One day I went to a Robert Frank show. In this exhibit they had his proof sheets on display too. A couple of his most famous vertical photos, you could see in the proofs with crop markings, were originally shot horizontally. So if Robert Frank, the Godfather of black and white photography, can do whatever he wants then you can too.
I chose Kappy’s photos for this post because he doesn’t care. Actually, I can’t speak for him. But I don’t think he cares. He doesn’t have a computer or a camera. He shoots everything on his phone. He updates his IG in color and he makes his zines, Later Dudes, in black and white. He goes to Walgreen’s, sits down at one of those photo kiosk things, plugs in his phone and prints out hundreds of photos. He goes home and with scissors and tape and glue he makes the layout of his zine. And then he makes copies at Office Depot. It’s affordable.
When I shot film, I only shot black and white. I think I liked to process film more than I liked to print. These days, I shoot digital. Mostly my phone and then various cameras, I haven’t found the one yet, but every year I buy a new one and sell an old one. That’s for another post. I get my files into Photoshop and right away convert them all to black and white. Actually, that’s not all the way true. I do shoot things and keep them in color if I think they should stay in color. And I do shoot assignments that are meant to be published in color. I edit them ready for the largest print size I can make from it. They live on my hard drive like that and when it is time for a zine or a book or a wall or a website, I will then again re-size it for that particular project. On the other hand, sometimes I just want a quick update to my blog. Let’s see what’s on my phone and it gets uploaded with out any editing. And usually, those photos too will later end up converted and ready for action.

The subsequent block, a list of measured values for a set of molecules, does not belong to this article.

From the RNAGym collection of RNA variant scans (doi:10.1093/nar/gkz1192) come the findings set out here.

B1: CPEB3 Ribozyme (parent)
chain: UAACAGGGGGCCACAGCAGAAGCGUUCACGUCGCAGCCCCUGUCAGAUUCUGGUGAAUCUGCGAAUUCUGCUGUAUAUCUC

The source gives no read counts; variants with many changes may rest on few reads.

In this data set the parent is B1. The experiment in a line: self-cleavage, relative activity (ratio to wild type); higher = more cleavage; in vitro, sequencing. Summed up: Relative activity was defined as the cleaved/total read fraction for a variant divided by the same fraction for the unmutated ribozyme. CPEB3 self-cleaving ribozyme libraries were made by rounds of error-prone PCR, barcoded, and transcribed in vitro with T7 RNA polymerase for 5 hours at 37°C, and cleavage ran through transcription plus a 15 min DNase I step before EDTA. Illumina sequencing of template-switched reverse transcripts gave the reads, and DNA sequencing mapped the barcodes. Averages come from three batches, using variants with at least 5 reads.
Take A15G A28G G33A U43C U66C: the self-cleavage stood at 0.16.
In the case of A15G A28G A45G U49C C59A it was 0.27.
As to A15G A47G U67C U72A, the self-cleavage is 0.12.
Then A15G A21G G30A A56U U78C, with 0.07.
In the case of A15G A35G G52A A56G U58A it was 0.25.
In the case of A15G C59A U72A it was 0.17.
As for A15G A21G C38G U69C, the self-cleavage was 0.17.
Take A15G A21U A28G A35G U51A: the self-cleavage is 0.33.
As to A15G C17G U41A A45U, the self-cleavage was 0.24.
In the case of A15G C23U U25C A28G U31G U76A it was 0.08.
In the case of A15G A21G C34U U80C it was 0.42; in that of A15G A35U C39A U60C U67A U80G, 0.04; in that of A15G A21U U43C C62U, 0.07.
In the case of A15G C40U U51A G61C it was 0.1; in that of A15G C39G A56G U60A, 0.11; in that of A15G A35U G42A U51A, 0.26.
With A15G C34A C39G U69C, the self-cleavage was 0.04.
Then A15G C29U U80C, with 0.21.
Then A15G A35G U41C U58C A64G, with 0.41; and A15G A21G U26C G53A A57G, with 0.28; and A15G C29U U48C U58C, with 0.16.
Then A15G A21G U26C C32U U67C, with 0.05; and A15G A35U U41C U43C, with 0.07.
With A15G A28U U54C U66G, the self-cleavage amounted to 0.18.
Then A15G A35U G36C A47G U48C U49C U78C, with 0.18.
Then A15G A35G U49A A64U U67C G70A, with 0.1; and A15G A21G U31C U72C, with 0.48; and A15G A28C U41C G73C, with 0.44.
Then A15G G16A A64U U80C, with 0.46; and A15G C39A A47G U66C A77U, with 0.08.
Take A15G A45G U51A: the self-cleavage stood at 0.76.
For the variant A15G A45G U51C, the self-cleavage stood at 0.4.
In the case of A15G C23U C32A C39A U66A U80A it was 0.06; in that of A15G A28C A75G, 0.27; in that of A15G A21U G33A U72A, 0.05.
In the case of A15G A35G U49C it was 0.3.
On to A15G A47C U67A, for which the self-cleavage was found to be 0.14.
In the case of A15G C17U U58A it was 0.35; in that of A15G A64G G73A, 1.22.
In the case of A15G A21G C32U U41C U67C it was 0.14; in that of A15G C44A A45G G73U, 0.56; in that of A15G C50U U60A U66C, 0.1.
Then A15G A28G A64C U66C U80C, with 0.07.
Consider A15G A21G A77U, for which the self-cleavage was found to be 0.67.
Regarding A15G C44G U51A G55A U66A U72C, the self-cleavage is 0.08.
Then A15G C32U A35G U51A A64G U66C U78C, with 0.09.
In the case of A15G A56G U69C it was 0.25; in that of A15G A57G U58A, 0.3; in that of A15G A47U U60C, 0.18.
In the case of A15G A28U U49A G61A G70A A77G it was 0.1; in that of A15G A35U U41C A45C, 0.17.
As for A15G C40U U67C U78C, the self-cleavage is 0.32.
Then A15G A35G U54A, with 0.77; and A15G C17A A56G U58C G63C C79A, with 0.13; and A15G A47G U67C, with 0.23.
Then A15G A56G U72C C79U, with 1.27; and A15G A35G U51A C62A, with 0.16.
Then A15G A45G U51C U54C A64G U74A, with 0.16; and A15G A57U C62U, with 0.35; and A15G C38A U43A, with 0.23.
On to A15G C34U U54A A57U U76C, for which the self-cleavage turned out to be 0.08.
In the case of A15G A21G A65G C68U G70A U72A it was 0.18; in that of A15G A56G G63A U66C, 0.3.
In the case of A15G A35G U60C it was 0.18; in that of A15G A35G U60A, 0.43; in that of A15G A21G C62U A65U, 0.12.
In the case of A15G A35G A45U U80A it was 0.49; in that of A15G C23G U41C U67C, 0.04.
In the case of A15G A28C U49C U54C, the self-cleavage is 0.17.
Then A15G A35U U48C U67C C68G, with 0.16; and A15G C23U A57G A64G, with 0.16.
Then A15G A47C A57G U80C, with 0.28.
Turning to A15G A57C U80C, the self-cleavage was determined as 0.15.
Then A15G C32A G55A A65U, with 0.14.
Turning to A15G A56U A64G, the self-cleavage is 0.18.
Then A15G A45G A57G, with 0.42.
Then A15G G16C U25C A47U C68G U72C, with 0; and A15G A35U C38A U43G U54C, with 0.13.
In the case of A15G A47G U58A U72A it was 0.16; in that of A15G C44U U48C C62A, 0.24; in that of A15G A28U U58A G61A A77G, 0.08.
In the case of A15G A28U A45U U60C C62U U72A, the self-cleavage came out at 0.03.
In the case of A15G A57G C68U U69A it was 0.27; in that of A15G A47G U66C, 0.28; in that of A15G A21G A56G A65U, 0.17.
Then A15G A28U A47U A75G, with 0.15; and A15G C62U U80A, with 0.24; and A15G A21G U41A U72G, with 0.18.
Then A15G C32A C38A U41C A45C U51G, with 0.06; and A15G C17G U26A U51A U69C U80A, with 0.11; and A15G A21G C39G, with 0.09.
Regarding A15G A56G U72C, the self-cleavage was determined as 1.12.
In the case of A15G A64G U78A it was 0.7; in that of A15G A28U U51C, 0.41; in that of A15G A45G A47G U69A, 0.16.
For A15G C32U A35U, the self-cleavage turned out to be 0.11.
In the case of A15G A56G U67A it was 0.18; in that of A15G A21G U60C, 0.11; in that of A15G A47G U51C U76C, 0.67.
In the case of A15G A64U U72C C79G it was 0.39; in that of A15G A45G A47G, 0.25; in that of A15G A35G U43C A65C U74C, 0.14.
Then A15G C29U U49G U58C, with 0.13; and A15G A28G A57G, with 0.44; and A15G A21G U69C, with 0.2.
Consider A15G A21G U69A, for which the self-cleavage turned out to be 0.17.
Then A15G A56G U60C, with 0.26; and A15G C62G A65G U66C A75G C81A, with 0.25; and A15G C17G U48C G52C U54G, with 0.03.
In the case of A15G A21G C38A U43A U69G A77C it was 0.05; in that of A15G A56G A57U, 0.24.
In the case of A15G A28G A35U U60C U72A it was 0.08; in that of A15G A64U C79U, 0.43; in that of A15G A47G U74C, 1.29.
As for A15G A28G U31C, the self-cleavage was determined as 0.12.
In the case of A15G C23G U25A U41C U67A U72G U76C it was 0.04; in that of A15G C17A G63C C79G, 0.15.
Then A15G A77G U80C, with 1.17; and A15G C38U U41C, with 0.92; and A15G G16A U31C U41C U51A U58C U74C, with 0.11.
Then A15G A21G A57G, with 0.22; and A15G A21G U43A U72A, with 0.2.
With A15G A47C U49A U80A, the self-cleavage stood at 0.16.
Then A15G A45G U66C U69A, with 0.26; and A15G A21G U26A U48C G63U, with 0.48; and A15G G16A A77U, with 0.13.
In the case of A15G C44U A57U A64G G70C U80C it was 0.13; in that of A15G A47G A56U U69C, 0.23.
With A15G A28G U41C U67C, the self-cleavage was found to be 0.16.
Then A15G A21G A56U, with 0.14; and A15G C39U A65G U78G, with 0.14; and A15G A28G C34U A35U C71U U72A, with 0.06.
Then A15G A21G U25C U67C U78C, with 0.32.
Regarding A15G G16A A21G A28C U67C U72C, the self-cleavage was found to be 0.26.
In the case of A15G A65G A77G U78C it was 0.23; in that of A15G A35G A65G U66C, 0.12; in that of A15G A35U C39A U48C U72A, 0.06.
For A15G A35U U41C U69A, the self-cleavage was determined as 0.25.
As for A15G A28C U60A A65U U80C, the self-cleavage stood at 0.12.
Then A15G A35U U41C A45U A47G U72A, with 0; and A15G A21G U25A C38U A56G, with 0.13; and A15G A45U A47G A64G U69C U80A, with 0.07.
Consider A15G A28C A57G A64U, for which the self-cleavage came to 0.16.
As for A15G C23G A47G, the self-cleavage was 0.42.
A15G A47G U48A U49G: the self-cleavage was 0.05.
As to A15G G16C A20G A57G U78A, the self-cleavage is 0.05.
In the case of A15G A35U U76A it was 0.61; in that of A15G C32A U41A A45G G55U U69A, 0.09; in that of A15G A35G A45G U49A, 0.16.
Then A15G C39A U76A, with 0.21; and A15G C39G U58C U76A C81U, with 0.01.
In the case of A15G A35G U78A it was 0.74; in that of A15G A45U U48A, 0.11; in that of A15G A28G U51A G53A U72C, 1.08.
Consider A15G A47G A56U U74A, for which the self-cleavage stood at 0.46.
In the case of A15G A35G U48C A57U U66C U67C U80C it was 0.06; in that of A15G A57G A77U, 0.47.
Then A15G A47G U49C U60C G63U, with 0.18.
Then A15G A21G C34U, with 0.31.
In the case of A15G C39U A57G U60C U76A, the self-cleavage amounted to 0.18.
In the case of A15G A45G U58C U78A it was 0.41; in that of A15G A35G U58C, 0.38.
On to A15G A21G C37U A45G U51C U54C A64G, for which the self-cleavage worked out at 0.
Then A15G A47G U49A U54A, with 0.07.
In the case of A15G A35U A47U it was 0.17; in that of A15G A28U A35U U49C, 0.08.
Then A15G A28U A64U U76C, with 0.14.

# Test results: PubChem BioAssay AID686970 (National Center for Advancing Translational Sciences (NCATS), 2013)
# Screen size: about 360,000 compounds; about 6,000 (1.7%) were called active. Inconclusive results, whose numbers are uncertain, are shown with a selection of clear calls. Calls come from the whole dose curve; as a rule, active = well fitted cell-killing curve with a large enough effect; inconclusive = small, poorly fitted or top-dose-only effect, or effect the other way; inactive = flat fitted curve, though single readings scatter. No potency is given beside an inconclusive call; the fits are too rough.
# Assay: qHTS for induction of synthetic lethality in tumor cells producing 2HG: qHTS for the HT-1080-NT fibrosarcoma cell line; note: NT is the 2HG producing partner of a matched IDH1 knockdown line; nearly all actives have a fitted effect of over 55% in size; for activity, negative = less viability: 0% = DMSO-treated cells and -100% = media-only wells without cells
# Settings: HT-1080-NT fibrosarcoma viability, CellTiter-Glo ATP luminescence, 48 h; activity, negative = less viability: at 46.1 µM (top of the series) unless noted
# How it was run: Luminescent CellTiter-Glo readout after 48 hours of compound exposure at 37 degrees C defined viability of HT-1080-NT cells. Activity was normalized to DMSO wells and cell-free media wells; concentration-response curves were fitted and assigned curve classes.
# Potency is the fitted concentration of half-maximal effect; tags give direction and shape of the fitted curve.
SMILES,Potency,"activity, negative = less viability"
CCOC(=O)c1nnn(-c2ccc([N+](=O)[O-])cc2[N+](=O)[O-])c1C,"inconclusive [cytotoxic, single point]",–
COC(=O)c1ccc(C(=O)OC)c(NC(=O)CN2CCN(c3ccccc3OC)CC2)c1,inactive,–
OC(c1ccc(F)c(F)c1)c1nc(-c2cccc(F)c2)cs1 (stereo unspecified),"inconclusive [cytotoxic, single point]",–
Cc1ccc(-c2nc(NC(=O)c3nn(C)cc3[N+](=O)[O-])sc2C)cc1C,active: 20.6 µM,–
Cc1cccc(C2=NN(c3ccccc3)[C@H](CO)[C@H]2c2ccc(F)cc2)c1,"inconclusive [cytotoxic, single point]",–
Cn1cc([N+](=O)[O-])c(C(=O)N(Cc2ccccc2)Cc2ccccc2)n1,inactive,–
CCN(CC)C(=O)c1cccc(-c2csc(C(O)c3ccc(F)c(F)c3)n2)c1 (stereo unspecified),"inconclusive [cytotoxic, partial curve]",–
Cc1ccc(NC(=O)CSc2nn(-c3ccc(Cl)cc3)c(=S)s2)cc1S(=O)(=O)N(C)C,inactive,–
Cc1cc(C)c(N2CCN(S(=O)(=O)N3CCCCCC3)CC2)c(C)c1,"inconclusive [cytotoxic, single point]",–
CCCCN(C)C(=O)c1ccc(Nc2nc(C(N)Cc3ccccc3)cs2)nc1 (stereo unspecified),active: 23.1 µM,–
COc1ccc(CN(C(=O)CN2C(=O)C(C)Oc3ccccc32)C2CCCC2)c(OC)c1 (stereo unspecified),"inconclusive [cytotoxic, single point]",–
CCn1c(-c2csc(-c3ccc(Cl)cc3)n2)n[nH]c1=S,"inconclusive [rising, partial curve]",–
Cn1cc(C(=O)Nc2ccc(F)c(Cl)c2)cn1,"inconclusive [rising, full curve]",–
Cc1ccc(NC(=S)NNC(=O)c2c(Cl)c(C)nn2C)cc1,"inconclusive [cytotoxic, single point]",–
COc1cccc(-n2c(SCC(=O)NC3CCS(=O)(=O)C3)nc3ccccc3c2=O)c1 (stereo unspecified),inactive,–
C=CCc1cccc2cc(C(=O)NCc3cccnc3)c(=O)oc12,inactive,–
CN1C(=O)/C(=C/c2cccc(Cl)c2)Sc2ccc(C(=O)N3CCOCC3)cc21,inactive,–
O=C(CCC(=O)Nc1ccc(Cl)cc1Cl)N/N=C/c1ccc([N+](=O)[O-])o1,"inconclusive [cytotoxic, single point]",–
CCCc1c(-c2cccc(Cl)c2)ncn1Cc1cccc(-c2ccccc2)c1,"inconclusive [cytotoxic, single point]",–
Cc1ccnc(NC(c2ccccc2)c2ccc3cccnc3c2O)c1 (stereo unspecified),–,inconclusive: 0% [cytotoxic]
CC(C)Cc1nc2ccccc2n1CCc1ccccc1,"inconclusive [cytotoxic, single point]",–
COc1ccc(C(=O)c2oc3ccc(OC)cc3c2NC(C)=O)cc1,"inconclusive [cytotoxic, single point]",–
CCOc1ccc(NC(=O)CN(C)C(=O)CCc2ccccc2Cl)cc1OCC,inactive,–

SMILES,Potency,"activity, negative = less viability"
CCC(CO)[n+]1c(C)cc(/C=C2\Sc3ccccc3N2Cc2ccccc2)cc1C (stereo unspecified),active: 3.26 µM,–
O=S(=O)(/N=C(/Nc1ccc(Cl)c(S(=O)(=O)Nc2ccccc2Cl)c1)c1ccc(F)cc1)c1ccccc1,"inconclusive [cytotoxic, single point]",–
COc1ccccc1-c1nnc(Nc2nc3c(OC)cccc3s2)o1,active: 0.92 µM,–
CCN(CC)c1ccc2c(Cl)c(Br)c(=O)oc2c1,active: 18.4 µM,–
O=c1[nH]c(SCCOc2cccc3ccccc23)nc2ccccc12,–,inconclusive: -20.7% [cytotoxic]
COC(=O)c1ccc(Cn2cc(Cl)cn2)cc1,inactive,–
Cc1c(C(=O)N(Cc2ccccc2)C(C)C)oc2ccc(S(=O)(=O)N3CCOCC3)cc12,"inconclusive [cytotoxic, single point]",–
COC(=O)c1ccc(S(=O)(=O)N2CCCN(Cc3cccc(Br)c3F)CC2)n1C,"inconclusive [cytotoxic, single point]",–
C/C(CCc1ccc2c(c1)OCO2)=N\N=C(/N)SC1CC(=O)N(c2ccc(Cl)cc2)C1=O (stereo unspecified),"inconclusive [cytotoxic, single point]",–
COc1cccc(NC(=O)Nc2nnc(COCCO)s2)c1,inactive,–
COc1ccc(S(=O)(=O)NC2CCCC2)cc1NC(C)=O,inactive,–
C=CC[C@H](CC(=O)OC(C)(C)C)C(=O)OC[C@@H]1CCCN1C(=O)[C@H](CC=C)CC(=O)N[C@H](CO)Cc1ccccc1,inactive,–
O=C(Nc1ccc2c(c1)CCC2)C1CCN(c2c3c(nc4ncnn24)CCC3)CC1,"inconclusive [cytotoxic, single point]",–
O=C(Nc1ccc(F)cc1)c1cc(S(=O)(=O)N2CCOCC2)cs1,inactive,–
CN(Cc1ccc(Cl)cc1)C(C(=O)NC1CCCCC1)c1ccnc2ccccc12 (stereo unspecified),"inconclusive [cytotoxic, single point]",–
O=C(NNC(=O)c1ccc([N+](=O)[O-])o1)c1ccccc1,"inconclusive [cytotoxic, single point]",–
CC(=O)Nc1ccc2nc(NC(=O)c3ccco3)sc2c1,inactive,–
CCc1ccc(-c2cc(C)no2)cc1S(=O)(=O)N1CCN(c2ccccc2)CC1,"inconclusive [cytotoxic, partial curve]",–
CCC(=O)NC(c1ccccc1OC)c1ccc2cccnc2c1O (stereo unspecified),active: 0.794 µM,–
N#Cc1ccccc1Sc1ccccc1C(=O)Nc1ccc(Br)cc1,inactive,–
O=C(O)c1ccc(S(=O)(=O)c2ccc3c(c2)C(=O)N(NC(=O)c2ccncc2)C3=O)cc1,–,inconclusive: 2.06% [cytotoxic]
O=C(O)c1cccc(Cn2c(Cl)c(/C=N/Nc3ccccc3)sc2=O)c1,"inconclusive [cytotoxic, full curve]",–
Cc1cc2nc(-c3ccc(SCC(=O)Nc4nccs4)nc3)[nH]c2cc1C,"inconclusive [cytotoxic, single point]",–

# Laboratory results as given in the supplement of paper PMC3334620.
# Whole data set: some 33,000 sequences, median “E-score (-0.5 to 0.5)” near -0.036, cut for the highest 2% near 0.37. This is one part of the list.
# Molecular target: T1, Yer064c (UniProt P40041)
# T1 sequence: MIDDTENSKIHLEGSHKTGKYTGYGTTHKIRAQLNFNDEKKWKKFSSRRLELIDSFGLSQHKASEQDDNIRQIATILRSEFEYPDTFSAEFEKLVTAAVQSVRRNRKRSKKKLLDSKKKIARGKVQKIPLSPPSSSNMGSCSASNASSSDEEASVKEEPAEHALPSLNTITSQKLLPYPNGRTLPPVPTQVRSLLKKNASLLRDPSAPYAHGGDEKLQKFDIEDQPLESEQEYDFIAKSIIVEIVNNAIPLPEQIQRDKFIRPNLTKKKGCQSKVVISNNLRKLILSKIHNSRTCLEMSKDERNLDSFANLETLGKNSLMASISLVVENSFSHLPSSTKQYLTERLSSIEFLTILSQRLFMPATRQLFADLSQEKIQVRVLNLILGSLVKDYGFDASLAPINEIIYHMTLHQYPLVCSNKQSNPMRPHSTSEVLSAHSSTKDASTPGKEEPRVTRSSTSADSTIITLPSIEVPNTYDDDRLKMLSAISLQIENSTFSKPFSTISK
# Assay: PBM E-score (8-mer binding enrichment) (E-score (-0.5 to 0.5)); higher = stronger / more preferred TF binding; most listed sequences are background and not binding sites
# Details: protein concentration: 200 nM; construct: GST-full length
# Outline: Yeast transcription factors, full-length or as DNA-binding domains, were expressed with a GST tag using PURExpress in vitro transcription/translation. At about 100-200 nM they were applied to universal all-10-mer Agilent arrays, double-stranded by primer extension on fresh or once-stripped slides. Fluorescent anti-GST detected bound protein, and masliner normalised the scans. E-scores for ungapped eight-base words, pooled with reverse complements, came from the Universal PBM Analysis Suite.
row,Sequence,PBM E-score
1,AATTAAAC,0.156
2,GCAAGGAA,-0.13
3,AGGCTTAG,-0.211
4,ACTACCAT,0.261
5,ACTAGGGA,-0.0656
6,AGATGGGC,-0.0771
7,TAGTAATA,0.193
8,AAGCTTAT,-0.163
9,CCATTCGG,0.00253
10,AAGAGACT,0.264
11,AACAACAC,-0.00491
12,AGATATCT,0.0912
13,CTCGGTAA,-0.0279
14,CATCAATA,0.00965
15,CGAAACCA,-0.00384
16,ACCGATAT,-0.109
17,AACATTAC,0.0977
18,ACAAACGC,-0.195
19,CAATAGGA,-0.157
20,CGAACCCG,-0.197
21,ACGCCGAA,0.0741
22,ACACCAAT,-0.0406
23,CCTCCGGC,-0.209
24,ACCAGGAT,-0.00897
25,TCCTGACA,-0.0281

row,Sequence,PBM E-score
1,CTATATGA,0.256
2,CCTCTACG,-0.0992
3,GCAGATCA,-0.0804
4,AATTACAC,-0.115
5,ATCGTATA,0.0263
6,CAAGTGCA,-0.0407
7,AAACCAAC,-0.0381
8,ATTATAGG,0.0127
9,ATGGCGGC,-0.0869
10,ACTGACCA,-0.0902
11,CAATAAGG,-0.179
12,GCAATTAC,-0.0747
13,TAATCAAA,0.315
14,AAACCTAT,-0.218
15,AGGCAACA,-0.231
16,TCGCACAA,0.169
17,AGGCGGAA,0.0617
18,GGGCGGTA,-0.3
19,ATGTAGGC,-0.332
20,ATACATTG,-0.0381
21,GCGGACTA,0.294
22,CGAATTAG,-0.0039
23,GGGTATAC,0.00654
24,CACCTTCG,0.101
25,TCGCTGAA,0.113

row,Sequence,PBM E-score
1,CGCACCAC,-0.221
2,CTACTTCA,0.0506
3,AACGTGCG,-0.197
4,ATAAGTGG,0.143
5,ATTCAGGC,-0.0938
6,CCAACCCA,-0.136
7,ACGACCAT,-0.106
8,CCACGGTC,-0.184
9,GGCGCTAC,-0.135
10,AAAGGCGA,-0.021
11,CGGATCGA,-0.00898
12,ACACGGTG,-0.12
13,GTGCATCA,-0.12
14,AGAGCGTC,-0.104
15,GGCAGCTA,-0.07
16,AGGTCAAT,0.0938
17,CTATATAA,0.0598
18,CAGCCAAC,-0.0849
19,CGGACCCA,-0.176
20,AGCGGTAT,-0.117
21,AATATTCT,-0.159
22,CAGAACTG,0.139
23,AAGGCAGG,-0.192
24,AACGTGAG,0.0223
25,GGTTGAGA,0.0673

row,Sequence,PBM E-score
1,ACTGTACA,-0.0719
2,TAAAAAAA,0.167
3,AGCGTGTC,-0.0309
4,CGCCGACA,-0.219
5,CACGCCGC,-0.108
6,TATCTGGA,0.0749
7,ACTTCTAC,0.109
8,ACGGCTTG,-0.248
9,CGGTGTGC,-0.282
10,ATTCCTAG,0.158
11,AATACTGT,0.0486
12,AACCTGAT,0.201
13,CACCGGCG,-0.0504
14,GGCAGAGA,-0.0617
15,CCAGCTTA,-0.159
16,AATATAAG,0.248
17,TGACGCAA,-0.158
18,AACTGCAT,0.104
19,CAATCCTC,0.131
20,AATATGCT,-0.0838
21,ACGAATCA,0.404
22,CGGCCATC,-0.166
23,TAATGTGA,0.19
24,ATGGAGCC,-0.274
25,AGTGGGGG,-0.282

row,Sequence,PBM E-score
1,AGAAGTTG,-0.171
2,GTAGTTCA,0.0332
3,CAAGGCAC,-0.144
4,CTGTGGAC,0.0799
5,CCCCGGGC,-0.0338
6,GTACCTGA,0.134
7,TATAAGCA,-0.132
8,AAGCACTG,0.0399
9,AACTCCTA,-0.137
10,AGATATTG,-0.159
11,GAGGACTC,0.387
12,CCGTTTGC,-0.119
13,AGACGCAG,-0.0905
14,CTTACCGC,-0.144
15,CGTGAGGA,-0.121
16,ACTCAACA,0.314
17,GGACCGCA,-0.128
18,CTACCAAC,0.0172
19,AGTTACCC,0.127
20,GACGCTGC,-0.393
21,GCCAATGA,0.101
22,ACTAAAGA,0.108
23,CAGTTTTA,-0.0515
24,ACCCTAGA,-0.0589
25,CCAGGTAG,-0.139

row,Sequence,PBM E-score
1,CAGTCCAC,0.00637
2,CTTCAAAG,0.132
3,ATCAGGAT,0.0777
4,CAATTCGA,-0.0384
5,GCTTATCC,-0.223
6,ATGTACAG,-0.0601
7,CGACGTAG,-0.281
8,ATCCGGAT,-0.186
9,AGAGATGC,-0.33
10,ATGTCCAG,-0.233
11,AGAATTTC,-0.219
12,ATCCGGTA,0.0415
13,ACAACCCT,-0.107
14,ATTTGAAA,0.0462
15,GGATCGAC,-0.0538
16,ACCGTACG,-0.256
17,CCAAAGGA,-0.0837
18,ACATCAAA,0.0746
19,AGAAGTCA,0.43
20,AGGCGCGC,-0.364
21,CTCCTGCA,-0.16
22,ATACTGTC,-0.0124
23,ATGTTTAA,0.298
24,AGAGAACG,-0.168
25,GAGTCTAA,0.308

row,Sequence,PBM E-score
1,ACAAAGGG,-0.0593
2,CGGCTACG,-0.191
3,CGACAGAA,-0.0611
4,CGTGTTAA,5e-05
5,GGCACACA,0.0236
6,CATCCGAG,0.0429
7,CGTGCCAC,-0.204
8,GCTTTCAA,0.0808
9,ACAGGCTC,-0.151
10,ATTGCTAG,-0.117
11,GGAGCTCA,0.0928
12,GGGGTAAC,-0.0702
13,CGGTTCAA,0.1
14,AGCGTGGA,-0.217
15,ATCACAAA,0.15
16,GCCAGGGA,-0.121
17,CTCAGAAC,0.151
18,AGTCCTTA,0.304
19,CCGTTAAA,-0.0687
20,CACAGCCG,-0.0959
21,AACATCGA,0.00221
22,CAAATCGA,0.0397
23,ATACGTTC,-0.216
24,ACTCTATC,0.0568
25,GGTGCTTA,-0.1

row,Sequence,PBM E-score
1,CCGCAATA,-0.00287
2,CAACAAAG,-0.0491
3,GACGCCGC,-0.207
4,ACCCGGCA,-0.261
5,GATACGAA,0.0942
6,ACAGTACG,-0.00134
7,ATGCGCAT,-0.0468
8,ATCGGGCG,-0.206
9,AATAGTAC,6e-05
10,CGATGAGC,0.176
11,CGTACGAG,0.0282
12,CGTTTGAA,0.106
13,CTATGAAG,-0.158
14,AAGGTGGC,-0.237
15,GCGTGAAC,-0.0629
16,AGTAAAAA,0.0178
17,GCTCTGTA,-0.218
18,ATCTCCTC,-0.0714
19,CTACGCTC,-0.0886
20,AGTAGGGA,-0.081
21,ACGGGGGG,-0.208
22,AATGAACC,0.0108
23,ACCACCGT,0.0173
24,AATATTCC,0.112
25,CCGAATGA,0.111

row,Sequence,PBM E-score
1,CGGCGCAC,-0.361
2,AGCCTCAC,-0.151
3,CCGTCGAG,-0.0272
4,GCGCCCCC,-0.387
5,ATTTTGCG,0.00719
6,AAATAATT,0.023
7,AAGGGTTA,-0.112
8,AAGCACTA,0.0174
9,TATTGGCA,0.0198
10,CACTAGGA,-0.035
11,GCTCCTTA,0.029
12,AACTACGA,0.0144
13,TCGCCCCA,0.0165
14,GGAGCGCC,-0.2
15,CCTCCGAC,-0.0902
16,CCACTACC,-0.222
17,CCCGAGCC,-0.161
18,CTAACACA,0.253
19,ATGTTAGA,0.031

Anyways, I guess what I am trying to say is no need to be so rigid about formats, but think about style and work flow. I think it is somewhat important to think about these things. Your editing is your style. And there isn’t enough true style development these days. When I say editing, I mean Photoshop, cropping if needed, and choosing photos for particular formats and projects. No rules, but get loose and find out what you like, and make magic happen. And make sure your blog post titles are google friendly jk but for real.
Follow Kappy here : https://www.instagram.com/kappys_corner
I get a lot of mail. Thank you to everyone that has ever sent us a copy of their book or zine. I can’t send you all copies of our zines, but I can start highlighting some of the best ones that come in. Also, know that you are doing what you are supposed to be doing, so keep doing what you are doing. We still ship copies of Hamburger Eyes to other publications, photographers, bookstores, museums, and libraries in hopes to share what we are doing, sometimes there is a good response or bad response, but most of the time there is no response.
Anyways, I wanna do my part better so I’ll start sharing these things. Chris Leskovsek sent us his latest zine “Valpo”. Chris is based in New Zealand and is doing awesome things. This zine is all black and white with a trippy cut out wrap around cover. And it is up for an award at the New Zealand Photobook Festival. Chris is also featured in and has the cover photo of our latest issue.
From his website :
“Overlooking the pacific, the long and steep stairs, make the hills from Valpo seem endless. However, its the poetry found on the everyday that attracts me to roam through the labyrinth that Valparaiso is. A city which doesn’t pretend to be more than what it is. Yet, within it’s chaotic nature, it seems to be in calm with itself, which I later realised, that is what I came to see to this old and beloved crazy port.”
All photographs shot in Valparaiso during my various visits from 2013, 2016 and 2017.
• A5 (148 x 210mm / 5.8 x 8.3in)
• 48 pages + 3 panel die cut covers
• 29 photographs
• Full B&W, Color
• Limited Edition of 100 – Numbered & signed
More info : http://www.chrisleskovsek.com/